I said, ‘I can feel you but I can’t see you.’ I didn’t have my glasses or headlamp on, I was standing in the middle of nowhere. All of a sudden, the owl flew right in front of me and I could feel him fly past me. I said, ‘thank you for coming and visiting’.

Elder Doreen Spence (E4E, 2021, 39:07)

A foundational principle in ethical research practices when working with Indigenous communities is respect for human relationships, natural laws, and the more-than-human (Johnston et al., 2018; McGregor et al., 2018). The slogan, “nothing for us, without us” conveys the need for respect and involvement for marginalized groups in the implementation of policies (Herbert, 2017). Respect for Indigenous communities can be demonstrated through collaboration in designing programs and related funding, along with open dialogue between stakeholders (Elson et al., 2020; Villanueva, 2018). Additionally, the community engagement team suggested the development of a memorandum between organizations such as the AIWC and Indigenous communities outlining the guidelines of a respectful long-term relationship (Ball & Janyst, 2008).


Unbalanced energies cannot be shared with entities around us; to engage in reciprocal relationships, balanced relationships require a ‘space of calmness, a place of centeredness, and focus to get the work done’.

Elder Doreen Spence (E4E, 2021, 9:00)

Reciprocity is a way of maintaining balance in research relationships and is critical to establishing mutual respect (McGregor et al., 2018). Philanthropists need to emphasize delivering their initiatives and learning as a two-way process that opens up a new level of understanding for both sides (Kirkness & Barnhardt, 2001). Such reciprocity is achieved when philanthropists make an effort to understand Indigenous ways of knowing, being, doing, and relating and Indigenous people are able to access and use the resources from philanthropic organizations in a way that benefits Indigenous communities. The research teams compiled sources for the AIWC that exemplify reciprocity through practices that follow proper Elder protocol and honour commitments made to Indigenous communities to foster respect. Organizations and foundations also have the responsibility to reduce burdens that do not benefit or serve Indigenous communities like completing onerous funding applications, managing demanding paperwork, and adhering to deadlines and reporting structures that are misaligned with community needs.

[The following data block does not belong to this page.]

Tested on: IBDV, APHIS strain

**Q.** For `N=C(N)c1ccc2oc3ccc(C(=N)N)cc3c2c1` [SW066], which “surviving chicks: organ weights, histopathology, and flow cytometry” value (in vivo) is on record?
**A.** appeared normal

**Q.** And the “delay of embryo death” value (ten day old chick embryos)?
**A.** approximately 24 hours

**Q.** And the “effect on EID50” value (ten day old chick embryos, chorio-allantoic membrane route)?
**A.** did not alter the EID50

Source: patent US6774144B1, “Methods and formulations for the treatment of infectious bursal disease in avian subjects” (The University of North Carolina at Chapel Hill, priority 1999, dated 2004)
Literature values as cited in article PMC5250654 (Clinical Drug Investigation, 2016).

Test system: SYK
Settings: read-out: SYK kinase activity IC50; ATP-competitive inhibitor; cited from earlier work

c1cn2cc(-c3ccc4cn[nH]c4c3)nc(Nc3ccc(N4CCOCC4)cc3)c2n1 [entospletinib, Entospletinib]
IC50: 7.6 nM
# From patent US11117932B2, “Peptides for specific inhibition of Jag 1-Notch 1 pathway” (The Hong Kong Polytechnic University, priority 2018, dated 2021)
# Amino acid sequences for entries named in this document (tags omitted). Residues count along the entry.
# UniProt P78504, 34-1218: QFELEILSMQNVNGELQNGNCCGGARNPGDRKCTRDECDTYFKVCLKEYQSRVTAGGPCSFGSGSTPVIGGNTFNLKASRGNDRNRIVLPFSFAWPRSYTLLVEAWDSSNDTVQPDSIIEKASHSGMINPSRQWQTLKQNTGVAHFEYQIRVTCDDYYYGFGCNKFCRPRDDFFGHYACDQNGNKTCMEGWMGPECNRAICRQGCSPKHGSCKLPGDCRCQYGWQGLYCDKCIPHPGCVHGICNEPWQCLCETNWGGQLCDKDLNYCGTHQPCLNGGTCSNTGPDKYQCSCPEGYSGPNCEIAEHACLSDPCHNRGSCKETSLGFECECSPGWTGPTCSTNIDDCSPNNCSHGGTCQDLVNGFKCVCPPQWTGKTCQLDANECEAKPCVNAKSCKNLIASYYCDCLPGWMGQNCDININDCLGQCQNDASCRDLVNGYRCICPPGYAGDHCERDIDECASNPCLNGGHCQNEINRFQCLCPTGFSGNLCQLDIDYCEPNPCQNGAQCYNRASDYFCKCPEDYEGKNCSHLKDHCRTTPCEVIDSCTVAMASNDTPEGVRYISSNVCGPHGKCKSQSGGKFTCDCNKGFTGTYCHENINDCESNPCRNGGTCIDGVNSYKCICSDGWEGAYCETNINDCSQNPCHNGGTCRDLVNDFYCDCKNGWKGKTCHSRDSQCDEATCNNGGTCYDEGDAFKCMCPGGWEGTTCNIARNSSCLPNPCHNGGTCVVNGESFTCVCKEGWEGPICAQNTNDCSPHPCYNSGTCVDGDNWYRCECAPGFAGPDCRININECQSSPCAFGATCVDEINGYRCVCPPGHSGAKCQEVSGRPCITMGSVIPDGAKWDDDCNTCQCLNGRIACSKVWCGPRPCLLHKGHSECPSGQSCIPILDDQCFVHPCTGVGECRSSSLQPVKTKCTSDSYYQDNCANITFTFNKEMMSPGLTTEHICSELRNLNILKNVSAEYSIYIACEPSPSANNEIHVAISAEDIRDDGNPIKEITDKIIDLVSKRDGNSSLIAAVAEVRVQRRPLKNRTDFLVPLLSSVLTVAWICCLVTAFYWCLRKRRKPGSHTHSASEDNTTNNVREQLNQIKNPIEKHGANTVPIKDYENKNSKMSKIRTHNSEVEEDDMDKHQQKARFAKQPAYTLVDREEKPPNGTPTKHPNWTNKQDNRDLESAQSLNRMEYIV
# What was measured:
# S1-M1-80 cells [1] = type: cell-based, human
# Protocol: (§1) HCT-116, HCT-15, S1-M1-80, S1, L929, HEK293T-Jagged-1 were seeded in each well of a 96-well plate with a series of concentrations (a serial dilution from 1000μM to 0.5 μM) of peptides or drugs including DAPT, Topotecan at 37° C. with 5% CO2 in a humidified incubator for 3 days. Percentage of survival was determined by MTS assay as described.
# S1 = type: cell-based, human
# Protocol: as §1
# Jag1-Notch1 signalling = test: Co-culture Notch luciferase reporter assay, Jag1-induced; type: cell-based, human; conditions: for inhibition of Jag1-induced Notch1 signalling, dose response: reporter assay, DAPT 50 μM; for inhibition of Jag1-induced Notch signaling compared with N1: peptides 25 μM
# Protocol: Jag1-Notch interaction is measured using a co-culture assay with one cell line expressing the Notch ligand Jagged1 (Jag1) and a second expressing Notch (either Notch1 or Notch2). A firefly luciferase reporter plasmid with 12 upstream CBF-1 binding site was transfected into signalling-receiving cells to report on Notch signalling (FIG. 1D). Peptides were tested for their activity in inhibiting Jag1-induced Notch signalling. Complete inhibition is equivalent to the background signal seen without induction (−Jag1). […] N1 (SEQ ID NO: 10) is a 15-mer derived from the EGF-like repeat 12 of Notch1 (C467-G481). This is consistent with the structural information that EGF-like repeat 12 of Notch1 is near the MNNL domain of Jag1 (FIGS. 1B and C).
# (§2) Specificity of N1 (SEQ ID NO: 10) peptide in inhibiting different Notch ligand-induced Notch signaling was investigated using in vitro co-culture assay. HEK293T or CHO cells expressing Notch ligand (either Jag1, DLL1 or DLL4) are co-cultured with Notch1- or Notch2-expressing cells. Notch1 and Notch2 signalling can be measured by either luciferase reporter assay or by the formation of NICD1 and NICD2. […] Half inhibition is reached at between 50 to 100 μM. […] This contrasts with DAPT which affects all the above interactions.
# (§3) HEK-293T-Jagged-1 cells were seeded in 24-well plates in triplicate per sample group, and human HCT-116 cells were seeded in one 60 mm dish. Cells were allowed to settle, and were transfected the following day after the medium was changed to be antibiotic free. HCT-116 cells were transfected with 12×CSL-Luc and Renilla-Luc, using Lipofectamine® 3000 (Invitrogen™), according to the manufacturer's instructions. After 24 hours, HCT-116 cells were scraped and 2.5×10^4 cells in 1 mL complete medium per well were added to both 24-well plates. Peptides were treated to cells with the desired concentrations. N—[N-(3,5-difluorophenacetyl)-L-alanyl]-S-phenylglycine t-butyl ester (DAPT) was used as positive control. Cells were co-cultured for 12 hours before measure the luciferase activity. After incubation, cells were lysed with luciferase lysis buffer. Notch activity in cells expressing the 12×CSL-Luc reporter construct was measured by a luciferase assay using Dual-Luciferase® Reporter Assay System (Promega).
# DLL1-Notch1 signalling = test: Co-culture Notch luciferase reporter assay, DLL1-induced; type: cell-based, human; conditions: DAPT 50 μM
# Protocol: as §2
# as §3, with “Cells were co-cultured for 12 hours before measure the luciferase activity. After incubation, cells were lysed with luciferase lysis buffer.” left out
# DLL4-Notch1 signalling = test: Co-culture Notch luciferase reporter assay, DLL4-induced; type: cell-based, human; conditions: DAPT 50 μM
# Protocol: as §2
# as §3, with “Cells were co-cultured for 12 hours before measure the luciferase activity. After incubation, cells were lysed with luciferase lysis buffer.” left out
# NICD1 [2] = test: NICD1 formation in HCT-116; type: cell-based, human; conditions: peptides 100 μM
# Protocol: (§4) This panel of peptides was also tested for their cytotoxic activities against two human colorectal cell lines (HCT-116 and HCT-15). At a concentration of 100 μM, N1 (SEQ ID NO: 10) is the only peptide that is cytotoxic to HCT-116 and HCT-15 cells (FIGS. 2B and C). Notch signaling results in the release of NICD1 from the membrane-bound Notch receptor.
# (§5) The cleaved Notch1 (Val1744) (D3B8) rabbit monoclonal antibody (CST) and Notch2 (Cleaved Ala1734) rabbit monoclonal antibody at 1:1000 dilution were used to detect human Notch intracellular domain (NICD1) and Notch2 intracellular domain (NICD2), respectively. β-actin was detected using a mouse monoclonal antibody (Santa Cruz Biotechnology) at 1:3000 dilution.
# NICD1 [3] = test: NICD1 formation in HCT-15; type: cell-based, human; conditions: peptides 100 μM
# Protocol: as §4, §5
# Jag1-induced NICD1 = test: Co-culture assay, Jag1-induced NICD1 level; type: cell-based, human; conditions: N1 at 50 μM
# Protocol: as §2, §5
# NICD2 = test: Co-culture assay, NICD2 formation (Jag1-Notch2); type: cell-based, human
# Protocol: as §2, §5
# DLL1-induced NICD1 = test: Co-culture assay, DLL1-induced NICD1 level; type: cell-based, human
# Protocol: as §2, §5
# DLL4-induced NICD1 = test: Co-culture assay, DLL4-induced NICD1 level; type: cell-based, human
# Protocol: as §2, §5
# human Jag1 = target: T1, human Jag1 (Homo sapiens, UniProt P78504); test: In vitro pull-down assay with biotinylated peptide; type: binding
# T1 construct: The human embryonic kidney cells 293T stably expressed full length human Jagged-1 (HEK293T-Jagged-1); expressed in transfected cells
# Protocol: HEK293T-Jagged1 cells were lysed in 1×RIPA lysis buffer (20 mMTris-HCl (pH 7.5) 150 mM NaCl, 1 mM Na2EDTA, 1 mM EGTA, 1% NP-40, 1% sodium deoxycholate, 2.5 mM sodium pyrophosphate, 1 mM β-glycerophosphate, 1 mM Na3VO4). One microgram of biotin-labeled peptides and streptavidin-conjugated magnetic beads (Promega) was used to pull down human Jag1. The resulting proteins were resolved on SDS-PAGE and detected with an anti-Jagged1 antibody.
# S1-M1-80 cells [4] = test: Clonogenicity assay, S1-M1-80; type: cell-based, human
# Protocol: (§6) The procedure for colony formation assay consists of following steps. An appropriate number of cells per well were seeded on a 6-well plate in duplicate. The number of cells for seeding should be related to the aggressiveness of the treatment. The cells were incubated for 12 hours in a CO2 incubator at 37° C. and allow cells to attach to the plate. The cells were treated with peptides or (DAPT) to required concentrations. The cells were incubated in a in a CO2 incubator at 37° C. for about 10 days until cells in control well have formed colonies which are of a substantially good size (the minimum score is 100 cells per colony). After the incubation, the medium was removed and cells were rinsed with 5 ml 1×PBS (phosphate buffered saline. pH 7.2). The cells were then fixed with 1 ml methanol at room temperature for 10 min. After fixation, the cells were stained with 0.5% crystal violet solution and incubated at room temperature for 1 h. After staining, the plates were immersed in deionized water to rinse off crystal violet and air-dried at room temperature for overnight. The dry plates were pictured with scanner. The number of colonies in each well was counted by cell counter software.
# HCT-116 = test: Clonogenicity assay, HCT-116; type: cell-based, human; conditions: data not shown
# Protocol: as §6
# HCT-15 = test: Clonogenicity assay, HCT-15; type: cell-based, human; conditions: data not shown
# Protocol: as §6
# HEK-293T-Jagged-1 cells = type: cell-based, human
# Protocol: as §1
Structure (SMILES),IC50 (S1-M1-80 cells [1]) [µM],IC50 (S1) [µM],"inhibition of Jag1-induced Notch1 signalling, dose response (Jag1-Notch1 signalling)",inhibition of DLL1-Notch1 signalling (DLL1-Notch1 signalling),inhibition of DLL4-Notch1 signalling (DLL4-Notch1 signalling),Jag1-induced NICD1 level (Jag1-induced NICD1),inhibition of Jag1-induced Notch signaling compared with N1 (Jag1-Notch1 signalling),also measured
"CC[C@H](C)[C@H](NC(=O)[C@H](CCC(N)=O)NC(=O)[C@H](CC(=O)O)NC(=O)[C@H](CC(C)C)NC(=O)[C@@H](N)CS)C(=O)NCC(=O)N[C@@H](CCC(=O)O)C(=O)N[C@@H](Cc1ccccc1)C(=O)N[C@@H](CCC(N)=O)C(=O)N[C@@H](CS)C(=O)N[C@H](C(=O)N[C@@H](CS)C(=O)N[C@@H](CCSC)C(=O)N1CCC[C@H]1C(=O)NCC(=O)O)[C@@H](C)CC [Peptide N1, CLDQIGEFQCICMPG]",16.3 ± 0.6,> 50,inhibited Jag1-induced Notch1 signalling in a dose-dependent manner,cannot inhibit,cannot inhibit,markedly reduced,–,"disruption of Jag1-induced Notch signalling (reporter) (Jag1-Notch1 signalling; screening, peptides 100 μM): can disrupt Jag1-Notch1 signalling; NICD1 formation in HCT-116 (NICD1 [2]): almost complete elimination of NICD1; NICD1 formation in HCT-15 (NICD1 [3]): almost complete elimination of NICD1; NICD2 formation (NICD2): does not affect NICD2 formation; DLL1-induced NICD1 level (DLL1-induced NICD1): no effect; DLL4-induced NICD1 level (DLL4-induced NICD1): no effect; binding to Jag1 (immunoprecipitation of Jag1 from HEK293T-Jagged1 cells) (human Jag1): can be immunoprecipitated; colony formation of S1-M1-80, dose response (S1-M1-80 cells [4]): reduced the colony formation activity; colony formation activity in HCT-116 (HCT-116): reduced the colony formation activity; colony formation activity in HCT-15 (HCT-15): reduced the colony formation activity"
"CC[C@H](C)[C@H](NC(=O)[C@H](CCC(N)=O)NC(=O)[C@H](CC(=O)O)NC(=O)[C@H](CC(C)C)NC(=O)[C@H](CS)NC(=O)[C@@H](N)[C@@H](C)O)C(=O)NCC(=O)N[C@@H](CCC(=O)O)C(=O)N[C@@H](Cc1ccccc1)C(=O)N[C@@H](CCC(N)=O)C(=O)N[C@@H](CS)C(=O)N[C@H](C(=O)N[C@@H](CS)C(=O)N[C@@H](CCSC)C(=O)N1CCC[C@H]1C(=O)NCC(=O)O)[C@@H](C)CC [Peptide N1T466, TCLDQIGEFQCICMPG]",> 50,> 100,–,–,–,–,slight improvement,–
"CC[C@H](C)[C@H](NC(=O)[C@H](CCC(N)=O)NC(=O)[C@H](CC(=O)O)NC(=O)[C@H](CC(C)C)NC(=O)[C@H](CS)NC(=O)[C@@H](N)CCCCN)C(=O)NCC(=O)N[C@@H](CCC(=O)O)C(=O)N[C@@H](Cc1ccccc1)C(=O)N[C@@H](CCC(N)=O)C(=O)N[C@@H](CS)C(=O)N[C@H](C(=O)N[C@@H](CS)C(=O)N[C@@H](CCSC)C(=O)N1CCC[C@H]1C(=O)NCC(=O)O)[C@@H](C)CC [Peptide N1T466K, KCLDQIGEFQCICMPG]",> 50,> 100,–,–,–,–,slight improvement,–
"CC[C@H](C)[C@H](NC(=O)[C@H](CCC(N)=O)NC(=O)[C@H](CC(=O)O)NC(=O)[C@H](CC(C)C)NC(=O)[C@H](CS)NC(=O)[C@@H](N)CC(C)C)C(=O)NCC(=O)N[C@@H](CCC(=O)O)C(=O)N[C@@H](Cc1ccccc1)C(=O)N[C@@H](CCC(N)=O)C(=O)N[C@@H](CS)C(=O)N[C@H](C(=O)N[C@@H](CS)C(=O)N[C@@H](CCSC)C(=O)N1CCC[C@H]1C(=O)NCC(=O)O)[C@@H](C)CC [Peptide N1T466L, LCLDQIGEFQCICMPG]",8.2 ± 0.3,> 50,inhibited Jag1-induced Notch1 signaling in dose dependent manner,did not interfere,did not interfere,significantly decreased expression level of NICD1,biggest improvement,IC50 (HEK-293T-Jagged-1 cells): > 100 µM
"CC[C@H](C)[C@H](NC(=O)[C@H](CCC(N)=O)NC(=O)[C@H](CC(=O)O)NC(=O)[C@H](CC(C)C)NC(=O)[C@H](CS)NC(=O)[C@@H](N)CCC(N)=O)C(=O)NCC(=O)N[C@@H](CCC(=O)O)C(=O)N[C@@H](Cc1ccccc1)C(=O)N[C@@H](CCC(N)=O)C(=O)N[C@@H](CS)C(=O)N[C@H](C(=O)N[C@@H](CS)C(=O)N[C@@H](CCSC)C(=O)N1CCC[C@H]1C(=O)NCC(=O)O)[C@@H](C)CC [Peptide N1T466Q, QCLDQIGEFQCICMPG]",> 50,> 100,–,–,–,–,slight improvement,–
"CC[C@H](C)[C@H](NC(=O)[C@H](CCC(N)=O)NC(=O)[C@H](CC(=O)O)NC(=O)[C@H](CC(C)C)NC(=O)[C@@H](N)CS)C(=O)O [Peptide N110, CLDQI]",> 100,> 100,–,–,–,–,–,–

You can influence one person at a time. Or, you can have a group of people that you can work with [to] pass sacred teachings on to them so that the future generations will have something to look forward to.

Elder Doreen Spence (E4E, 2021, 32:06)

Critical concerns about NFP organizations conducting ethical work with Indigenous communities involve forming authentic and sincere relationships; ensuring that the work, questions, outcomes, and research processes are all relevant to the community while holding institutions accountable to the general public (McGregor et al., 2018). However, research projects can often prioritize results over respecting Indigenous knowledge and community-identified priorities (Waters et al., 2021). Organizations are responsible for creating a space where Indigenous perspectives are welcomed and understood, and that lead to increased implementation of Indigenous-focused initiatives (Kirkness and Barnhardt, 2001). The education team made suggestions that were based on the concept of Two-Eyed Seeing, to encourage AIWC to see the significance of Indigenous pedagogies just as legitimate and valid as Western ways of knowing. This would allow the AIWC to implement both ways of knowing in their educational programs and ensure their work is relevant to all the communities they serve.

Relationality and Relationships

In the spring we get all the little crickets, all the little froggies, all the little beings, the birdies, they all sing this chorus of celebration. You sit in silence, and you listen to the birds chirping and breathe in the pure clean fresh air – that is medicine – that is healing! And we heal each other because we are supporting each other as a collective to make this place even more accessible for others.